Submit manuscript...
eISSN: 2373-6367

Pharmacy & Pharmacology International Journal

Opinion Volume 6 Issue 4

Alcohol and malaria

Pierre Lutgen

IFBV-BELHERB, Luxembourg

Correspondence: Pierre Lutgen, IFBV-BELHERB, BP 98 L-6905, Niederanven, Luxembourg

Received: July 18, 2018 | Published: August 8, 2018

Citation: Lutgen P. Alcohol and malaria. Pharm Pharmacol Int J. 2018;6(4):310-311. DOI: 10.15406/ppij.2018.06.00193

Download PDF

Opinion

In a large scale clinical trial with malaria infected patients in RDCongo comparing ACTs with Artemisia infusion we observed a gender difference. Whilst both genders responded equally well to Artemisia, in the ACT-treated arm there was significantly more gametocyte carriage in females than males for days 14-28. Having no valid explanation for this observation, one may wonder if it due to differences in enzyme between males and females, like those which are responsible for a lower susceptibility of males to alcohol consumption. It is well known on the other hand that alcohol consumption, especially palm wine, is much higher for males than for females in tropical countries.1,2 During gametocytogenenesis malaria parasites hide in the bone marrow. Ethanol has an effect on bone marrow. Biopsies from 30 alcohol-dependent individuals were investigated. The findings took the form of heightened ineffective erythropoiesis in bone marrow associated with impaired iron utilization. Both may be detrimental to the survival of the gametocytes.3 The effect of ethanol on the in vitro growth of the malaria parasite Plasmodium falciparum was investigated during six days of incubation. A significant growth inhibition for ethanol concentrations was observed on each day. Malarial parasites are strongly inhibited by ethanol concentrations.4,5

Fever is accompanied by glycogen destruction. This was already discovered more than 100 years ago. Glycogen disappears from the liver during tetanus, diphtheria and pneumonia. A natural way of our body to fight parasites and diseases. It makes thus complete nonsense to fight fever in the early stages of a malaria infection.6,7 Alcohol also removes glycogen from the liver.8 Chronic ethanol consumption also results in a dramatic decrease in liver glycogen concentrations, which could be related to either a depressed rate of synthesis or an increased rate of breakdown.9 Macrophages, including Kupffer cells, appear to increase their production of cytokines in patients with alcoholic liver disease. Precursors of macrophages, i.e. monocytes with alcohol induced hepatitis produce greater amounts of TNF-α and reactive oxygen species. These data have been confirmed in animals. Malaria parasites are destroyed by oxidative species, like NO, H2O2 or artemisinin peroxides.10‒12 Wine is efficient against other pathogens. An in vitro study was undertaken to determine the potential for survival of enteric pathogens in common drinking beverages. Three carbonated soft drinks, two alcoholic beverages, skim milk, and water were inoculated with Salmonella, Shigella, and enterotoxigenic Escherichia coli and quantitative counts were performed over 2 days. The study showed poorest survival of all three organisms in wine, and greatest growth in milk and water.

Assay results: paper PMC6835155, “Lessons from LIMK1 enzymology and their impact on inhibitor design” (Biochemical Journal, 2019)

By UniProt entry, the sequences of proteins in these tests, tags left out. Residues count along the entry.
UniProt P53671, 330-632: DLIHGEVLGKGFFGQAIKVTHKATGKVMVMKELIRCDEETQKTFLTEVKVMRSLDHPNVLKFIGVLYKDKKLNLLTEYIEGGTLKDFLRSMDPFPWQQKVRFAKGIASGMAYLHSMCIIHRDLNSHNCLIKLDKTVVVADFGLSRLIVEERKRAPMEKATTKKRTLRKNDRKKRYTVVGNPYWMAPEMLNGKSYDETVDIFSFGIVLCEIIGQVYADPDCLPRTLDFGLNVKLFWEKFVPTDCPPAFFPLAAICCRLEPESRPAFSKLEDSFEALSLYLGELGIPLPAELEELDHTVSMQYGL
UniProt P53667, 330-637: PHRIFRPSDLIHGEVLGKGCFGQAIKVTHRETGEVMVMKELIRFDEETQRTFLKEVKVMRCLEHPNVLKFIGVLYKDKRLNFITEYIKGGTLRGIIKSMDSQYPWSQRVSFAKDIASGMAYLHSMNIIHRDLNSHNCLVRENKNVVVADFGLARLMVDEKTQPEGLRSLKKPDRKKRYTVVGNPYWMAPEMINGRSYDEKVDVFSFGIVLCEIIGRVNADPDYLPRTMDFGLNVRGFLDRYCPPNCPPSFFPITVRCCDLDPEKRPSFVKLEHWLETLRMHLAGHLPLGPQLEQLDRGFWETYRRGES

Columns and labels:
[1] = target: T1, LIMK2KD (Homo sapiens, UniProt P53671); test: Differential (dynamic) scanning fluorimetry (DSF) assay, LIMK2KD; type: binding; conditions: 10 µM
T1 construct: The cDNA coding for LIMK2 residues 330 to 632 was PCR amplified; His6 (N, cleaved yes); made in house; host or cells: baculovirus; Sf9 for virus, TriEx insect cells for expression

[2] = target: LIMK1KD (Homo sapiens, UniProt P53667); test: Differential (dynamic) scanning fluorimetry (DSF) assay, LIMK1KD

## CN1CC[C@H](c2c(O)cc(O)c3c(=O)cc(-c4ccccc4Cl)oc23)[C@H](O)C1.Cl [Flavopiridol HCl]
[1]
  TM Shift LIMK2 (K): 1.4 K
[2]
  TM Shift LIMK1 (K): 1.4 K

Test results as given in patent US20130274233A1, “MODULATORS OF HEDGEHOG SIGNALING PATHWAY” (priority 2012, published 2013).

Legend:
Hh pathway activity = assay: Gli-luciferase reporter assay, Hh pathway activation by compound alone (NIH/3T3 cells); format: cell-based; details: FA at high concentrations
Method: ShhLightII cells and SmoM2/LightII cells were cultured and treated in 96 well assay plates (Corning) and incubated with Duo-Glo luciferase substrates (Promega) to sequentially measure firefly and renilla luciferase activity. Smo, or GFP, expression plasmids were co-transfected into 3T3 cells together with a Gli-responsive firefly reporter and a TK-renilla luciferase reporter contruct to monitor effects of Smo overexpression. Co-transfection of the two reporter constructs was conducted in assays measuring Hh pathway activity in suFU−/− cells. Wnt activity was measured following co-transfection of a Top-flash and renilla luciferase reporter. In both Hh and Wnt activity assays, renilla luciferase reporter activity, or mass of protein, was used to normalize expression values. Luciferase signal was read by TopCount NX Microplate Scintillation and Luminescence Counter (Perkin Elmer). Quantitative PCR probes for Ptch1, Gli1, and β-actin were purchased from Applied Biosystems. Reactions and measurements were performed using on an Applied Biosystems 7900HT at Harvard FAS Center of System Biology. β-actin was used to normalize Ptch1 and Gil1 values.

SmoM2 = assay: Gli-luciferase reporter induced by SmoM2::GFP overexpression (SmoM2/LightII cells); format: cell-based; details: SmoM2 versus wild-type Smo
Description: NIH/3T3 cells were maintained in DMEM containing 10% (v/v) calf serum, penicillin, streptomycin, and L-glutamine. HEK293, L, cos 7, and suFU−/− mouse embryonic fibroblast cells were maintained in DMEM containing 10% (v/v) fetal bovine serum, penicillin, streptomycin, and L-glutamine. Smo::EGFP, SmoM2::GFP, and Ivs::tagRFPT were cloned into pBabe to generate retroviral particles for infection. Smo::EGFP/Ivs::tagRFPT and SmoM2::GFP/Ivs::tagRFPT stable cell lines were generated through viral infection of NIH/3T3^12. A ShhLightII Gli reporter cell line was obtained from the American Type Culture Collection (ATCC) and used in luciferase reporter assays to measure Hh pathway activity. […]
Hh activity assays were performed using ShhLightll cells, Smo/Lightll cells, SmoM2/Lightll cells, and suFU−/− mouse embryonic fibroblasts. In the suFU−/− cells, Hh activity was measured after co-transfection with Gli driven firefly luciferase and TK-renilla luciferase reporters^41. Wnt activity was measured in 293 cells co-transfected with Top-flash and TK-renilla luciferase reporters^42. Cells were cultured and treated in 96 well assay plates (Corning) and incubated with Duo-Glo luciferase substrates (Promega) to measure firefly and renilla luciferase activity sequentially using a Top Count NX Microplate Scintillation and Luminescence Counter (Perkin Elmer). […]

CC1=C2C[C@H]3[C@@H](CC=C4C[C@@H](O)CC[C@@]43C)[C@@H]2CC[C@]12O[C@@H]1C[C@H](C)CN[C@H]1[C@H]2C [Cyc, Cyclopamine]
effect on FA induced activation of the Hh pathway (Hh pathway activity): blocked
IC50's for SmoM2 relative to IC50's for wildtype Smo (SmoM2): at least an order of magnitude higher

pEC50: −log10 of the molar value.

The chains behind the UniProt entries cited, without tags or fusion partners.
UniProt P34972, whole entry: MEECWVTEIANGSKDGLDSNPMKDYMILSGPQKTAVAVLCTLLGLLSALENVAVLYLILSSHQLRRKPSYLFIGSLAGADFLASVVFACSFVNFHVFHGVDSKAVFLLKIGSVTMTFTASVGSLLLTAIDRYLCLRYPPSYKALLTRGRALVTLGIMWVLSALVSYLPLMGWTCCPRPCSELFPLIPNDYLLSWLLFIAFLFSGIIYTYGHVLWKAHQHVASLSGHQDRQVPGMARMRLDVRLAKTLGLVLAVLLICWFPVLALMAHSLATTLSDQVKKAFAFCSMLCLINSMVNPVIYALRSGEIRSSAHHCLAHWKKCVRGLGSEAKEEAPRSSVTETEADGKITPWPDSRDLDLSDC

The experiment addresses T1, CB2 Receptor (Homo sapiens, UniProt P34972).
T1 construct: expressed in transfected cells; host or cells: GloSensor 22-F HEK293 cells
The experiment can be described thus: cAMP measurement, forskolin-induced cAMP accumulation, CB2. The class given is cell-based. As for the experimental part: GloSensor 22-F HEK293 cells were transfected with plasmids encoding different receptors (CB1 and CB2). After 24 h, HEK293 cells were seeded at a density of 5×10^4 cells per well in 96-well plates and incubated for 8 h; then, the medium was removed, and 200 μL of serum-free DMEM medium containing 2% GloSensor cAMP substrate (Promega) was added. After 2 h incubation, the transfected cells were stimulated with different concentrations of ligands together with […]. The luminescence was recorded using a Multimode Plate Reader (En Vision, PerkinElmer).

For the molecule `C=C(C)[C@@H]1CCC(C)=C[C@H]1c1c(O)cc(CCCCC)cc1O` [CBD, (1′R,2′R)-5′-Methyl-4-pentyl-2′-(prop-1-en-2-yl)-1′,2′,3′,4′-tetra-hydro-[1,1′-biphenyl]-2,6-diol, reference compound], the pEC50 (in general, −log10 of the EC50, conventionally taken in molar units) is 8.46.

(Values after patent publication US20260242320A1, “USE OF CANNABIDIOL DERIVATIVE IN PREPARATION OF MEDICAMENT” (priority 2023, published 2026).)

Long-term intake of alcohol affects the immune system. Serum levels of immunoglobulins (total IgE, IgG, IgM, and IgA) therefore, were analyzed in adult chronic alcoholics in Indian population and were correlated with different epidemiological and alcohol-related parameters. The results showed that 98% of alcoholics had abnormal immunoglobulin levels and 92% showed high or very high total serum IgE levels compared to 24% of the control group. Several other studies have shown that that total serum IgE concentrations are increased in moderate alcohol consumers with respect to abstainers. This increase is independent of cofounders such as age, sex, liver disease, cigarette smoking.13‒16 In a recent paper we have shown how IgE contributes to malaria prophylaxis.17 Alcohol can increase the solubility of poorly soluble drugs and hence increase their bioavailability. And increases the intestinal permeability to indigested macromolecules.18,19

Palm wines

A study from Niger showed that palm wine consumption may deplete the body's antioxidants against free radical attacks and render the body in a state of oxidative stress.20 In Nigeria a face-to-face ethno-medical survey on 1000 randomly selected families in confirmed the use of palm wines as antimicrobial agents and prophylactic agents against malaria. The hypothesized mechanism is that the ethanol content of the palm wines may increase membrane fluidity, altering ion channels and K⁺ content of the infected erythrocytes thereby impairing motor performance of Plasmodia.21,22 Medicinal herbs can be infused in palm wine. Palm wine is added to the decoctions of bitter herbs to increase their palatability. Palm wine is very rich in potassium, sodium is only present in traces, a situation very similar to that of Artemisia annua.23 Many palm wines are rich in anthocyanins concentrated in the pericarp. Anthocyanins have a strong effect on hemozoin inhibition like in black or red grapes or in pomegranate.24,25